US Coins

Monday Morning Brief for July 12, 2021: Half dollars in circulation

The Federal Reserve is ordering Kennedy half dollars for circulation again, after years of production restricted to collector products at premium prices. Collectors are finding rolls of them in circulation.

Original images courtesy of Daryl Anderson

As this is being written, we are still waiting on a reply from the Federal Reserve about its orders for half dollars for circulation, which has been happening since at least 2021.

That caught us by surprise.

We had no idea that the Fed was ordering new half dollars and placing them into circulation. We thought that it was business as usual — that the hiatus in placing orders for the 50-cent coins that began in 2002 was ongoing.

Federal Reserve and United States Mint officials certainly did not broadcast that Kennedy half dollars were being sent into circulation. While a few collectors had been finding new half dollars in circulation since 2018, that news was not widely circulated and it had escaped our attention.

A few weeks ago, however, a collector contacted us to report that he had found rolls of 2021-D Kennedy half dollars at his local bank. In the past, we might have assumed that these were coins bought from the Mint as numismatic products that the owners had then dumped into circulation. However, these were solid rolls of the coins, in packaging typical of coinage issued by the Federal Reserve Bank through its contracted firms like Brink’s.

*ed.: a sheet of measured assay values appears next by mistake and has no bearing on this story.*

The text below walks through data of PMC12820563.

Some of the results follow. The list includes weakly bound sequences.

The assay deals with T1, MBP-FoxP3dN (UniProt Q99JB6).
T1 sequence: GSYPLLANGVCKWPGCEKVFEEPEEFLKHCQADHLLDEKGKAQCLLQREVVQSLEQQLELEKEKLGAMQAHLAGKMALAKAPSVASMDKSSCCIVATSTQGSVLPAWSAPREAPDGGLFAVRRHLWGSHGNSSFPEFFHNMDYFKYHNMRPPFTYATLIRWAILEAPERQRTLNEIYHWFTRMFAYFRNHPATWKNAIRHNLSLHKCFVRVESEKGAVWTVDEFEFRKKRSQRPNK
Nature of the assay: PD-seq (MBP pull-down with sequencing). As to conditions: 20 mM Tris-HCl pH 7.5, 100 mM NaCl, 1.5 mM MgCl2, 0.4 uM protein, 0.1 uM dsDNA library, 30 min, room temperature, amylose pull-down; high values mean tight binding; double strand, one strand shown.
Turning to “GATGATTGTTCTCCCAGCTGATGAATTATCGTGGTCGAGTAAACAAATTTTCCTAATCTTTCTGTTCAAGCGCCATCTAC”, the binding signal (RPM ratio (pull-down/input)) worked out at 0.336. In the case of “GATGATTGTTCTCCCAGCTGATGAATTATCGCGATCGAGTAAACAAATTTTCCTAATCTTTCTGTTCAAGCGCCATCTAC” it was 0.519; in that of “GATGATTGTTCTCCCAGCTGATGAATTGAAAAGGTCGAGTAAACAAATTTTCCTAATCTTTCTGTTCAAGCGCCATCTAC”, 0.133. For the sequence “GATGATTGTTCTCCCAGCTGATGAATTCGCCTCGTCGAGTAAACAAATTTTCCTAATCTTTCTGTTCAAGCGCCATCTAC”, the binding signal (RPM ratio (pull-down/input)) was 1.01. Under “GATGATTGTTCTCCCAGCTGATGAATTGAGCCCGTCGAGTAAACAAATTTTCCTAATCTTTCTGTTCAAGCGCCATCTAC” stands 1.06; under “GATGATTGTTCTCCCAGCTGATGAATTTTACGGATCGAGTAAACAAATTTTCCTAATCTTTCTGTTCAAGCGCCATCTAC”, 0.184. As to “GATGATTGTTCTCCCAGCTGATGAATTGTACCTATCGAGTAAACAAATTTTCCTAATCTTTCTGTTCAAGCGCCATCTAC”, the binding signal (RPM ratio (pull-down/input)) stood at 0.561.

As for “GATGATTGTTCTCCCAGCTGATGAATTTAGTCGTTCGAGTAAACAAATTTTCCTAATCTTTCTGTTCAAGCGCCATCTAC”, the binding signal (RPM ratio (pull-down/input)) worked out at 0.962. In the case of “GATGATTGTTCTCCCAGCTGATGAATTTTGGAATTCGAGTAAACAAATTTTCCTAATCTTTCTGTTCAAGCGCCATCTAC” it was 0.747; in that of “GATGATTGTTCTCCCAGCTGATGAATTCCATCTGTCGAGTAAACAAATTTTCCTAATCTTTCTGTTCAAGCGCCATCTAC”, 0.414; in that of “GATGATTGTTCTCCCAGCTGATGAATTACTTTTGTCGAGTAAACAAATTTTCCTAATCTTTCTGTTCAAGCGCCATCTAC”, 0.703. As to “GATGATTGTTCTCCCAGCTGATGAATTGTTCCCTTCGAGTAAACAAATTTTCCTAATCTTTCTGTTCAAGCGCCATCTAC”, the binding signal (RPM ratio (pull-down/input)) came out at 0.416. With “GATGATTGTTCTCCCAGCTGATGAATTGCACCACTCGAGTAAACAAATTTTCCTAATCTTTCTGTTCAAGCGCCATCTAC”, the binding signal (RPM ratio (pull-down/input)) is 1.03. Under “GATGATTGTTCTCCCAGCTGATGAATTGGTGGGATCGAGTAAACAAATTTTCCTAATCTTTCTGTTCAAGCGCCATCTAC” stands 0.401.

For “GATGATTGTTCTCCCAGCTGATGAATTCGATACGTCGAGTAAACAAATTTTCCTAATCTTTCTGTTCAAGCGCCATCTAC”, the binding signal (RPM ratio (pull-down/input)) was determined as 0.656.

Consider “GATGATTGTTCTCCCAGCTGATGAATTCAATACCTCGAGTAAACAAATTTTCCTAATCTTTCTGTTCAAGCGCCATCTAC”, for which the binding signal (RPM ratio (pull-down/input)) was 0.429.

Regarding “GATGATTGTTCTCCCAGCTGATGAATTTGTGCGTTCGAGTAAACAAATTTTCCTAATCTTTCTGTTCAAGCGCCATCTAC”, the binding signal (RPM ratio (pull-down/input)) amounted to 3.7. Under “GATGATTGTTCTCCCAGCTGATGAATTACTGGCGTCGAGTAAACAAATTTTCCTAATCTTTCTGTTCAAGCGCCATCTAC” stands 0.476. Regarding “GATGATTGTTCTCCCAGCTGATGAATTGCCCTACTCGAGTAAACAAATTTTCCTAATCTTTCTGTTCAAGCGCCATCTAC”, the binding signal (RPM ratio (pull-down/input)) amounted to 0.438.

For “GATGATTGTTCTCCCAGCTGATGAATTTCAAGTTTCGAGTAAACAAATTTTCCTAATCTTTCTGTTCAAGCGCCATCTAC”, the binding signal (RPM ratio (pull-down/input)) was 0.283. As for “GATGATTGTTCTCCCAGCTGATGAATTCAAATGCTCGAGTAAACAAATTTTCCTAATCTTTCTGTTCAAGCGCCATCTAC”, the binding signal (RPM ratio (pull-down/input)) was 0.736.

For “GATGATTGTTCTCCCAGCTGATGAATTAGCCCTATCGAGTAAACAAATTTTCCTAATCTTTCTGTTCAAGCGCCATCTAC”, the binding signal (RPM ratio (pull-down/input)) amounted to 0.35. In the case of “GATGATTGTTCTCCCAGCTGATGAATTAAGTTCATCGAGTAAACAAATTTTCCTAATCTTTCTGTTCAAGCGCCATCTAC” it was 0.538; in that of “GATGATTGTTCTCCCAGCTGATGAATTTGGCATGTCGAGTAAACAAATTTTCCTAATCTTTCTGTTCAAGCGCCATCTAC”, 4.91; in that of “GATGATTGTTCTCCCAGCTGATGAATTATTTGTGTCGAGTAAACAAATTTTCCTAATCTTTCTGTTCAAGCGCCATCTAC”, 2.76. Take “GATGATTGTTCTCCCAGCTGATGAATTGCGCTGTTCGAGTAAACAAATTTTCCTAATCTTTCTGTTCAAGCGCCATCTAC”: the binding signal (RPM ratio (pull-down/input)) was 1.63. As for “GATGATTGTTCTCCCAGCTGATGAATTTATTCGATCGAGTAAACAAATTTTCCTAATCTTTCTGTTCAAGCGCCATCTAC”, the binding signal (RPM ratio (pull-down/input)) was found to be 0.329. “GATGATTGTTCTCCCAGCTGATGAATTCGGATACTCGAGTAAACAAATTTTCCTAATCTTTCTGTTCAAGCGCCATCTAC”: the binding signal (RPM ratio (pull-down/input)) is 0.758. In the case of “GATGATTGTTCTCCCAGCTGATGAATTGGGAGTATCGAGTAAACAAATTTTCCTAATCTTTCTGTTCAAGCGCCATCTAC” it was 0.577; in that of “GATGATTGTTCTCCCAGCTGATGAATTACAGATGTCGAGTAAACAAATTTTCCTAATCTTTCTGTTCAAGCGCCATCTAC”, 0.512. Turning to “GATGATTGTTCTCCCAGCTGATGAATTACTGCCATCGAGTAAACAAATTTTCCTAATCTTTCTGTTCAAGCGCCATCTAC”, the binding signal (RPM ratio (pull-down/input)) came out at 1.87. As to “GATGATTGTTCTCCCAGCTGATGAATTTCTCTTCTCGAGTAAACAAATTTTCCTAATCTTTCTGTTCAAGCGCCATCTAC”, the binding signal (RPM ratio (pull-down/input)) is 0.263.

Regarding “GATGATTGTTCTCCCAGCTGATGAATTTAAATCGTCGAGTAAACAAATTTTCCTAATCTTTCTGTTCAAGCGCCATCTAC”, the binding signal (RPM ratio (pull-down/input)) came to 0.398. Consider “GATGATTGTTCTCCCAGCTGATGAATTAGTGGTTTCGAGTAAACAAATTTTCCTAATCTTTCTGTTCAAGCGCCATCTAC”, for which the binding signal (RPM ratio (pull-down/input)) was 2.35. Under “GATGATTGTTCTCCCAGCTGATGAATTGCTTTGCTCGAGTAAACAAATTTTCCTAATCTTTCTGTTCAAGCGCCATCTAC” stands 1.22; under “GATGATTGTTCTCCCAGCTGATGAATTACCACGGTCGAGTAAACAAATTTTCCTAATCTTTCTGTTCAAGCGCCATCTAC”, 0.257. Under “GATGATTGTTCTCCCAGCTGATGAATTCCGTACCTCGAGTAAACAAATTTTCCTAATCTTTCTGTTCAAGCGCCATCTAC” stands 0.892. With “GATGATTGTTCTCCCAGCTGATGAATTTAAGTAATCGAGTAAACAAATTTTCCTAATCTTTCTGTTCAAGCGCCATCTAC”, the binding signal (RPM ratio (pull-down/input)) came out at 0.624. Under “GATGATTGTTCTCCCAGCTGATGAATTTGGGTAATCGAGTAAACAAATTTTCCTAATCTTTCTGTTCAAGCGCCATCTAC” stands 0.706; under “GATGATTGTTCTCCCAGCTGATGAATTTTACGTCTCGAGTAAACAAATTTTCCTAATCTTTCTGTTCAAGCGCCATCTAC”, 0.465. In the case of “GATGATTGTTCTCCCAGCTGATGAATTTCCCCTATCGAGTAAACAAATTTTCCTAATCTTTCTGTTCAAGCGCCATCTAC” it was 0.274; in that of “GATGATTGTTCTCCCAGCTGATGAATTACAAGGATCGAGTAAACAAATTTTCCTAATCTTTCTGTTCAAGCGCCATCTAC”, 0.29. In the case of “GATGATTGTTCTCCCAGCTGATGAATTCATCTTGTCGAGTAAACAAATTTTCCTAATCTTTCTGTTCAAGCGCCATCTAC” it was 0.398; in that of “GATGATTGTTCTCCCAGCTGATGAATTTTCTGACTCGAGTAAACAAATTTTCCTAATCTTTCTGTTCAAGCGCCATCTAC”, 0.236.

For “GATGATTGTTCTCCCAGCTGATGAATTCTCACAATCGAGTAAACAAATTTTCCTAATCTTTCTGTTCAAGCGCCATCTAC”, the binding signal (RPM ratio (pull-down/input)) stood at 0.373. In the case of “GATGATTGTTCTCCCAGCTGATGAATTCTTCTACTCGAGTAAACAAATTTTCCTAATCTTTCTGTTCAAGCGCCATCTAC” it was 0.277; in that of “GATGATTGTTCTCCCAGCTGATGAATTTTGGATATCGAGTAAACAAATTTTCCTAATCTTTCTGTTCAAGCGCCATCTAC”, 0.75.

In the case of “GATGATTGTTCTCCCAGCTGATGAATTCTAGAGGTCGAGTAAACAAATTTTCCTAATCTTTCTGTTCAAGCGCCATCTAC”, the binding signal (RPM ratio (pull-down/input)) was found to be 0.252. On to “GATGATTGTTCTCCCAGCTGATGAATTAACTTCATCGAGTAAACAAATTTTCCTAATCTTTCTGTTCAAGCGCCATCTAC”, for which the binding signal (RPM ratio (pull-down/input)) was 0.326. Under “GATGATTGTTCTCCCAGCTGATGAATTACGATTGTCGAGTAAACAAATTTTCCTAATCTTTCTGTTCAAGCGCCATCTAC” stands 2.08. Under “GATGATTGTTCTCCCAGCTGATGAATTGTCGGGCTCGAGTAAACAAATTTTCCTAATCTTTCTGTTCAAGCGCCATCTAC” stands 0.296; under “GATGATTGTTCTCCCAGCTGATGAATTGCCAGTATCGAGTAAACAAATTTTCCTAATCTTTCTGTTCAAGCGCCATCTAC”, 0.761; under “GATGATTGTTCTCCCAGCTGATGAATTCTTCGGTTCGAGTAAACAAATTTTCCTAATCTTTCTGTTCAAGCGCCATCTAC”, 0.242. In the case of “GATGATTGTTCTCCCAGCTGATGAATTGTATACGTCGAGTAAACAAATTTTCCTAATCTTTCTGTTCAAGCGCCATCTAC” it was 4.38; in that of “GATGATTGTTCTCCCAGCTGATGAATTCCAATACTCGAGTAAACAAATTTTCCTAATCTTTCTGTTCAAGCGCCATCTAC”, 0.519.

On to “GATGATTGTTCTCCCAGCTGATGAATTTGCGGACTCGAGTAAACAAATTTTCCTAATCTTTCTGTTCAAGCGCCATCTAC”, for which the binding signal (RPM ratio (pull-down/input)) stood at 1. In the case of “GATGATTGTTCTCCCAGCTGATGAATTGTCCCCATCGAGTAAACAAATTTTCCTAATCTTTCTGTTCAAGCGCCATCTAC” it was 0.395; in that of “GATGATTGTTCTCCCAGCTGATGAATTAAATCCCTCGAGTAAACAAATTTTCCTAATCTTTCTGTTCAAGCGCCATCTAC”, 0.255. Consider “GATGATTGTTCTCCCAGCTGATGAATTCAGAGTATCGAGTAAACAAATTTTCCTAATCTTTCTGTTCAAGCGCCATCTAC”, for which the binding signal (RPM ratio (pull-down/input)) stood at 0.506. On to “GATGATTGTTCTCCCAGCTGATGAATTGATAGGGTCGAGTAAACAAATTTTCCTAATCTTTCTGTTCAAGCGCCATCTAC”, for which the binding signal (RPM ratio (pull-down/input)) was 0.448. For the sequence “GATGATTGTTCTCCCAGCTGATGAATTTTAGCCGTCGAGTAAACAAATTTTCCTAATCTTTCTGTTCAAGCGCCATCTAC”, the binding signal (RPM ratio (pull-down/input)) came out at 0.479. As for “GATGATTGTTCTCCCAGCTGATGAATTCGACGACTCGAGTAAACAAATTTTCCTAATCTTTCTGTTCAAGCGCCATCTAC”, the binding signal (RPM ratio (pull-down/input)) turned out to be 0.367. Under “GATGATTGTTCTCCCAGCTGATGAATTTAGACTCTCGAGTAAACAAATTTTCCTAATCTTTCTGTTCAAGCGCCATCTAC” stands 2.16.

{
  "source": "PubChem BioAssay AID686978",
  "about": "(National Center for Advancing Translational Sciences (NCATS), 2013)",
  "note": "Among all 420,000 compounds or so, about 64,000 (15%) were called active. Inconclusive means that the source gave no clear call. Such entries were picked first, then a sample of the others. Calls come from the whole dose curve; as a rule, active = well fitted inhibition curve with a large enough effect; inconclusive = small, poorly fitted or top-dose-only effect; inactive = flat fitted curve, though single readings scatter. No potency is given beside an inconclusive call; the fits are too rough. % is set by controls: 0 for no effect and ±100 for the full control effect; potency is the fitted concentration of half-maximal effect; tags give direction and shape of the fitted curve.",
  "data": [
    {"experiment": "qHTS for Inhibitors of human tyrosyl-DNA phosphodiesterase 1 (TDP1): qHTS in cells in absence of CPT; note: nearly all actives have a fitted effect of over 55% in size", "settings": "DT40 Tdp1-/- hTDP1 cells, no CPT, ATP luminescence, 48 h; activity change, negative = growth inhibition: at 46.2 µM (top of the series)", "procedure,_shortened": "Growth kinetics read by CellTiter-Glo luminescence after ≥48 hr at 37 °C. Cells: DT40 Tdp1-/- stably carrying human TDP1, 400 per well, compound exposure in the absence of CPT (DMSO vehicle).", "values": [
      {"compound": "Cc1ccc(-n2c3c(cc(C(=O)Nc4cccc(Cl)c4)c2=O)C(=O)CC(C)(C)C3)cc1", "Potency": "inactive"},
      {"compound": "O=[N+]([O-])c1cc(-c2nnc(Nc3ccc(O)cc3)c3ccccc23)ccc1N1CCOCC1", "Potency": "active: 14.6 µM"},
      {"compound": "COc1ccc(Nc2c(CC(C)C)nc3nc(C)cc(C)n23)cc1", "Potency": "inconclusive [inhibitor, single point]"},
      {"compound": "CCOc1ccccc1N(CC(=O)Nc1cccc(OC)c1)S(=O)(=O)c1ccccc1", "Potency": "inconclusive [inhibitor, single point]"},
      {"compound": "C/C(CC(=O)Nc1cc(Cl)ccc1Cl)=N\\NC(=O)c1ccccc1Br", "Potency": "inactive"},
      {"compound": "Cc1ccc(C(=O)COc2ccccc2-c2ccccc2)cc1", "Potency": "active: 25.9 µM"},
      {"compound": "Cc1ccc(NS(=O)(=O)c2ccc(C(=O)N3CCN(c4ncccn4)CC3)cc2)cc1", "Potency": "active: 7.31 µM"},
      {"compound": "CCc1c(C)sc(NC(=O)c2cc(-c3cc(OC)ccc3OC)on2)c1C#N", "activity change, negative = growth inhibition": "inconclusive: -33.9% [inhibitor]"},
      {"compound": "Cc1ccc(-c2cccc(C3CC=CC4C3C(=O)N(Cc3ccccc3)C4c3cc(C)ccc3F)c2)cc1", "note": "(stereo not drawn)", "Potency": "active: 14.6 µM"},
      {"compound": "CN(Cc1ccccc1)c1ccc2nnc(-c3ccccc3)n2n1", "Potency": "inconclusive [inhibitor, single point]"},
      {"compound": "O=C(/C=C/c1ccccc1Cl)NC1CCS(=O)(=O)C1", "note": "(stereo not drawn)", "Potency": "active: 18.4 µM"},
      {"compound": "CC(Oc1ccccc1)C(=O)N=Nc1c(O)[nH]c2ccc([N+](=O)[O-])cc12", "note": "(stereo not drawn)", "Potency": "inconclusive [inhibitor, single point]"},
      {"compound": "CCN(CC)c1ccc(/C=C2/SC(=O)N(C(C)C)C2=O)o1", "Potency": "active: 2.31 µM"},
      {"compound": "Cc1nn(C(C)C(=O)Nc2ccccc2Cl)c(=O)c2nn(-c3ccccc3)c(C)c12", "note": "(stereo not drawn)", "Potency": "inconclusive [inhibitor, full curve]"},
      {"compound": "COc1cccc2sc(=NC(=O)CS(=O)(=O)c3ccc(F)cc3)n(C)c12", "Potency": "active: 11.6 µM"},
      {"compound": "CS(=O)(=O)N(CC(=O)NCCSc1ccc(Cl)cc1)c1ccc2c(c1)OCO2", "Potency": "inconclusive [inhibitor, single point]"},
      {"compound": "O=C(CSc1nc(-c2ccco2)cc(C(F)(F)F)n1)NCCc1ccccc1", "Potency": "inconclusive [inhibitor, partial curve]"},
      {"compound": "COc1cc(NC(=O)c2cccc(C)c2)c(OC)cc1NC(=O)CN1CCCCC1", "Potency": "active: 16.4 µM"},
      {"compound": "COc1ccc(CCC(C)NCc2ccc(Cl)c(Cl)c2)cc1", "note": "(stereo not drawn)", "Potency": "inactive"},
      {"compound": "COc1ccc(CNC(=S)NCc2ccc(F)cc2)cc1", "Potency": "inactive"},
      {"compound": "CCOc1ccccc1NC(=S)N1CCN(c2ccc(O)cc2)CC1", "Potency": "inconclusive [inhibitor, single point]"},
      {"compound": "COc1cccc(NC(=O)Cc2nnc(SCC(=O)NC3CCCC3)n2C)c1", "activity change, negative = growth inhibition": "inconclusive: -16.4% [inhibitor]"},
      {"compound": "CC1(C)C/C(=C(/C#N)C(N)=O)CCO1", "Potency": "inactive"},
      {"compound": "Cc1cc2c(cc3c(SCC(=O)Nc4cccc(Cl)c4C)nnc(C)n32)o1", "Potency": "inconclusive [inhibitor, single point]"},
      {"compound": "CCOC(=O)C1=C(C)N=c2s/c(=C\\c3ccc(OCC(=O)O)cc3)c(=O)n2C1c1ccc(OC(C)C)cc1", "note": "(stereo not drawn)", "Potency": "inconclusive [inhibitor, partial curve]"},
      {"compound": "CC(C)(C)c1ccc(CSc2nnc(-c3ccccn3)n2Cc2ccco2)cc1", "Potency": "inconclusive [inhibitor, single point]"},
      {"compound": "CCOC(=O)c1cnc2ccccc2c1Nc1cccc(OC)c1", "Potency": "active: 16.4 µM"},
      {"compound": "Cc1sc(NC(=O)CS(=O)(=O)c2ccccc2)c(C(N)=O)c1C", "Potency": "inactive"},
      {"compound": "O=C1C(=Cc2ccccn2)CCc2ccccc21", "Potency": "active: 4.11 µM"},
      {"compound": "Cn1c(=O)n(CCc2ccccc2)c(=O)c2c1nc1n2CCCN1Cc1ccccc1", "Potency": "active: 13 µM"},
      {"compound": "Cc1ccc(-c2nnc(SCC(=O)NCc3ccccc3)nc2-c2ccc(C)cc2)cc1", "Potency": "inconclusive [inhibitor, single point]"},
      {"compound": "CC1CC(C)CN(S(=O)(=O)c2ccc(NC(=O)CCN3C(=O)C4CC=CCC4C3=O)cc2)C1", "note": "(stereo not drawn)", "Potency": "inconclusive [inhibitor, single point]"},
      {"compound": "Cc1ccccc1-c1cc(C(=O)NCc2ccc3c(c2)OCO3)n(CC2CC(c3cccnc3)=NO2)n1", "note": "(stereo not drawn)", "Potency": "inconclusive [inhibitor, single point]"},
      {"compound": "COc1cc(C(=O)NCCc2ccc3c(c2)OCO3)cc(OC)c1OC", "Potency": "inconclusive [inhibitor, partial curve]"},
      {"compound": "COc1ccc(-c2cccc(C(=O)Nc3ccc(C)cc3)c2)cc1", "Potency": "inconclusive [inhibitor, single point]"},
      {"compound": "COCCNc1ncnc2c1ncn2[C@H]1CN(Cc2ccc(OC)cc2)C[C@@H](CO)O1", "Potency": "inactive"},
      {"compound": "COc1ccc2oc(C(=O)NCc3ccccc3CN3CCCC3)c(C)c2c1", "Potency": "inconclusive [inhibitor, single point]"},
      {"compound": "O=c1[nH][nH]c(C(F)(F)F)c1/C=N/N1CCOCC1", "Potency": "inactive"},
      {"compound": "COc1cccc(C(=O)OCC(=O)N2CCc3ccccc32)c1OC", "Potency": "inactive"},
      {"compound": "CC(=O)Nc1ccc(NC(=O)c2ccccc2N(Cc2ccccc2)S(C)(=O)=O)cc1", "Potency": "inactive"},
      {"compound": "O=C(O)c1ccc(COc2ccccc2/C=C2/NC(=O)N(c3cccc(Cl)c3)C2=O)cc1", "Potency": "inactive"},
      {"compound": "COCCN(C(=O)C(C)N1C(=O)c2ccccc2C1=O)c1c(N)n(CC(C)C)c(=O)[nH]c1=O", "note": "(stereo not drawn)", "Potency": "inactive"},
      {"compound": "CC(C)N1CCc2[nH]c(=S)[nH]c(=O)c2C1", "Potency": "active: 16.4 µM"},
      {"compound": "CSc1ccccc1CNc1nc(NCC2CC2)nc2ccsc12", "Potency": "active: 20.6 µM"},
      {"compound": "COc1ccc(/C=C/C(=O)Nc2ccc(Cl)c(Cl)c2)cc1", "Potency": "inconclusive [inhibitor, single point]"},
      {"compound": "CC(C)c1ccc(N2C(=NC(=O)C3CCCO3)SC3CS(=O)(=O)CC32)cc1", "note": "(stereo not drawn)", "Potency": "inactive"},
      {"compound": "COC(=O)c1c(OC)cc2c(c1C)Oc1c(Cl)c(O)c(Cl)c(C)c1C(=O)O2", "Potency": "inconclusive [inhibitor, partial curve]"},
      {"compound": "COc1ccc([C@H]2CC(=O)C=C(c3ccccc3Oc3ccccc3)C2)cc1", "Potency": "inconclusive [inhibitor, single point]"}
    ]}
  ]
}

It took some additional time, but the Mint finally confirmed what we were growing to suspect, especially as we dug deeper into online coin forums, where we found additional reports of not only 2021 halves, but of earlier dates being found in circulation.

Since 2002, we believed, as did most in the collecting community, that the Kennedy half dollars being struck in circulation quality were for collector sales only. That practice led to complaints from some collectors and dealers about the premiums being charged for the bags and rolls of coins sold through the Mint’s online catalog, and even to suggestions that production of the denomination be halted, since the coins were unneeded in circulation.

It is apparently a good thing that the Mint did continue striking the coins. When the Fed needed more half dollars, the Mint had dies to strike them and the necessary planchets.

Do not expect the Federal Reserve to change its policy on ordering dollar coins for circulation. Based on the data we could find, inventories of Presidential dollars remain high. According to the Fed, supplies should be sufficient to meet demand for nearly 21 years.

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